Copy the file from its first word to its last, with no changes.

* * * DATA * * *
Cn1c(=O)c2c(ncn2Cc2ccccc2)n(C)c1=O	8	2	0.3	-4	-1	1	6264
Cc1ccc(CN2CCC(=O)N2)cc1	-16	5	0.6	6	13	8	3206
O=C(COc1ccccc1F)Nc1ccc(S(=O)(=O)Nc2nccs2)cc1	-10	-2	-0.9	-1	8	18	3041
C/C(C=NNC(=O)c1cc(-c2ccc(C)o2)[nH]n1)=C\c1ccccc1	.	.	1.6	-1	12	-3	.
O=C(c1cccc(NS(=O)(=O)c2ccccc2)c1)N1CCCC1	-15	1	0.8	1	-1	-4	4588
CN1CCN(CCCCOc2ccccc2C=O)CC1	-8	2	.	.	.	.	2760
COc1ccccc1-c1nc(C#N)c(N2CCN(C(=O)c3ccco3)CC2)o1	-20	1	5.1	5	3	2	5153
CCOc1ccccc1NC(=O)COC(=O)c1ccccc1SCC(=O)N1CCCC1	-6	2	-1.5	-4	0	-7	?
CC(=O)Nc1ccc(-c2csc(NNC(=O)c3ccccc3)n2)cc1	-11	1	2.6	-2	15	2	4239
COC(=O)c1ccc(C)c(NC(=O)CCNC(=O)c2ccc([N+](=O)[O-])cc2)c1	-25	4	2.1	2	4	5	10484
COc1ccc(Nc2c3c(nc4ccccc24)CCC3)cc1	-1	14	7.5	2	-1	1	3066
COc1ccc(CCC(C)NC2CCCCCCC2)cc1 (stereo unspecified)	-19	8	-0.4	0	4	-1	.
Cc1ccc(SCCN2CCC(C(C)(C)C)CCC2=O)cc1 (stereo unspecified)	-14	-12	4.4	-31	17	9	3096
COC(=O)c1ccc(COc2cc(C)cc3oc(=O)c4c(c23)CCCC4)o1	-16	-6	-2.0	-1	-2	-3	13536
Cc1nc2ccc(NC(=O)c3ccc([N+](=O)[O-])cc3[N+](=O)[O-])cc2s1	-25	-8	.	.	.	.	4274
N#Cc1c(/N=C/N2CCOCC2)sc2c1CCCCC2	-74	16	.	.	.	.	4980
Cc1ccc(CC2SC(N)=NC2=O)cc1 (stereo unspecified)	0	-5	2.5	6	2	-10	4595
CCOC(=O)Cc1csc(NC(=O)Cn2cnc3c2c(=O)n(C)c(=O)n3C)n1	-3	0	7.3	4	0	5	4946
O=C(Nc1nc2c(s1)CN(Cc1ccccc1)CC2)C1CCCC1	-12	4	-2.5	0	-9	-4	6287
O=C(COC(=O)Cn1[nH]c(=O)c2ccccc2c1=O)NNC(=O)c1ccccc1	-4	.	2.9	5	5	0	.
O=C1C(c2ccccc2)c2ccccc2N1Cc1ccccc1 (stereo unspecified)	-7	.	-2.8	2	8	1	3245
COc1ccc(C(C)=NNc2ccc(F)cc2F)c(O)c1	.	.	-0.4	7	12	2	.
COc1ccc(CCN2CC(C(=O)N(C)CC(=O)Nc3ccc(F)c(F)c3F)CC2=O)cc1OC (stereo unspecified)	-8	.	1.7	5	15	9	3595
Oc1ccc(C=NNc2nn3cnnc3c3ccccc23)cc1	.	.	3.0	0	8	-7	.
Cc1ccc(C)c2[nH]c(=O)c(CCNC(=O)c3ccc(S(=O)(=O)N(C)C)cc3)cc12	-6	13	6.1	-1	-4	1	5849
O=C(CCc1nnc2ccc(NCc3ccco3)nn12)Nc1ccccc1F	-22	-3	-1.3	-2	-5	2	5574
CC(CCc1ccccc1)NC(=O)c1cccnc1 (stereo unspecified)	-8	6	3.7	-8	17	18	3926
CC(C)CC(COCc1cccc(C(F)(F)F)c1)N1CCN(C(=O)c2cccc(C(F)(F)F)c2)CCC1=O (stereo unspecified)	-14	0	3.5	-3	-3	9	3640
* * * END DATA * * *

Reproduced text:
Cn1c(=O)c2c(ncn2Cc2ccccc2)n(C)c1=O	8	2	0.3	-4	-1	1	6264
Cc1ccc(CN2CCC(=O)N2)cc1	-16	5	0.6	6	13	8	3206
O=C(COc1ccccc1F)Nc1ccc(S(=O)(=O)Nc2nccs2)cc1	-10	-2	-0.9	-1	8	18	3041
C/C(C=NNC(=O)c1cc(-c2ccc(C)o2)[nH]n1)=C\c1ccccc1	.	.	1.6	-1	12	-3	.
O=C(c1cccc(NS(=O)(=O)c2ccccc2)c1)N1CCCC1	-15	1	0.8	1	-1	-4	4588
CN1CCN(CCCCOc2ccccc2C=O)CC1	-8	2	.	.	.	.	2760
COc1ccccc1-c1nc(C#N)c(N2CCN(C(=O)c3ccco3)CC2)o1	-20	1	5.1	5	3	2	5153
CCOc1ccccc1NC(=O)COC(=O)c1ccccc1SCC(=O)N1CCCC1	-6	2	-1.5	-4	0	-7	?
CC(=O)Nc1ccc(-c2csc(NNC(=O)c3ccccc3)n2)cc1	-11	1	2.6	-2	15	2	4239
COC(=O)c1ccc(C)c(NC(=O)CCNC(=O)c2ccc([N+](=O)[O-])cc2)c1	-25	4	2.1	2	4	5	10484
COc1ccc(Nc2c3c(nc4ccccc24)CCC3)cc1	-1	14	7.5	2	-1	1	3066
COc1ccc(CCC(C)NC2CCCCCCC2)cc1 (stereo unspecified)	-19	8	-0.4	0	4	-1	.
Cc1ccc(SCCN2CCC(C(C)(C)C)CCC2=O)cc1 (stereo unspecified)	-14	-12	4.4	-31	17	9	3096
COC(=O)c1ccc(COc2cc(C)cc3oc(=O)c4c(c23)CCCC4)o1	-16	-6	-2.0	-1	-2	-3	13536
Cc1nc2ccc(NC(=O)c3ccc([N+](=O)[O-])cc3[N+](=O)[O-])cc2s1	-25	-8	.	.	.	.	4274
N#Cc1c(/N=C/N2CCOCC2)sc2c1CCCCC2	-74	16	.	.	.	.	4980
Cc1ccc(CC2SC(N)=NC2=O)cc1 (stereo unspecified)	0	-5	2.5	6	2	-10	4595
CCOC(=O)Cc1csc(NC(=O)Cn2cnc3c2c(=O)n(C)c(=O)n3C)n1	-3	0	7.3	4	0	5	4946
O=C(Nc1nc2c(s1)CN(Cc1ccccc1)CC2)C1CCCC1	-12	4	-2.5	0	-9	-4	6287
O=C(COC(=O)Cn1[nH]c(=O)c2ccccc2c1=O)NNC(=O)c1ccccc1	-4	.	2.9	5	5	0	.
O=C1C(c2ccccc2)c2ccccc2N1Cc1ccccc1 (stereo unspecified)	-7	.	-2.8	2	8	1	3245
COc1ccc(C(C)=NNc2ccc(F)cc2F)c(O)c1	.	.	-0.4	7	12	2	.
COc1ccc(CCN2CC(C(=O)N(C)CC(=O)Nc3ccc(F)c(F)c3F)CC2=O)cc1OC (stereo unspecified)	-8	.	1.7	5	15	9	3595
Oc1ccc(C=NNc2nn3cnnc3c3ccccc23)cc1	.	.	3.0	0	8	-7	.
Cc1ccc(C)c2[nH]c(=O)c(CCNC(=O)c3ccc(S(=O)(=O)N(C)C)cc3)cc12	-6	13	6.1	-1	-4	1	5849
O=C(CCc1nnc2ccc(NCc3ccco3)nn12)Nc1ccccc1F	-22	-3	-1.3	-2	-5	2	5574
CC(CCc1ccccc1)NC(=O)c1cccnc1 (stereo unspecified)	-8	6	3.7	-8	17	18	3926
CC(C)CC(COCc1cccc(C(F)(F)F)c1)N1CCN(C(=O)c2cccc(C(F)(F)F)c2)CCC1=O (stereo unspecified)	-14	0	3.5	-3	-3	9	3640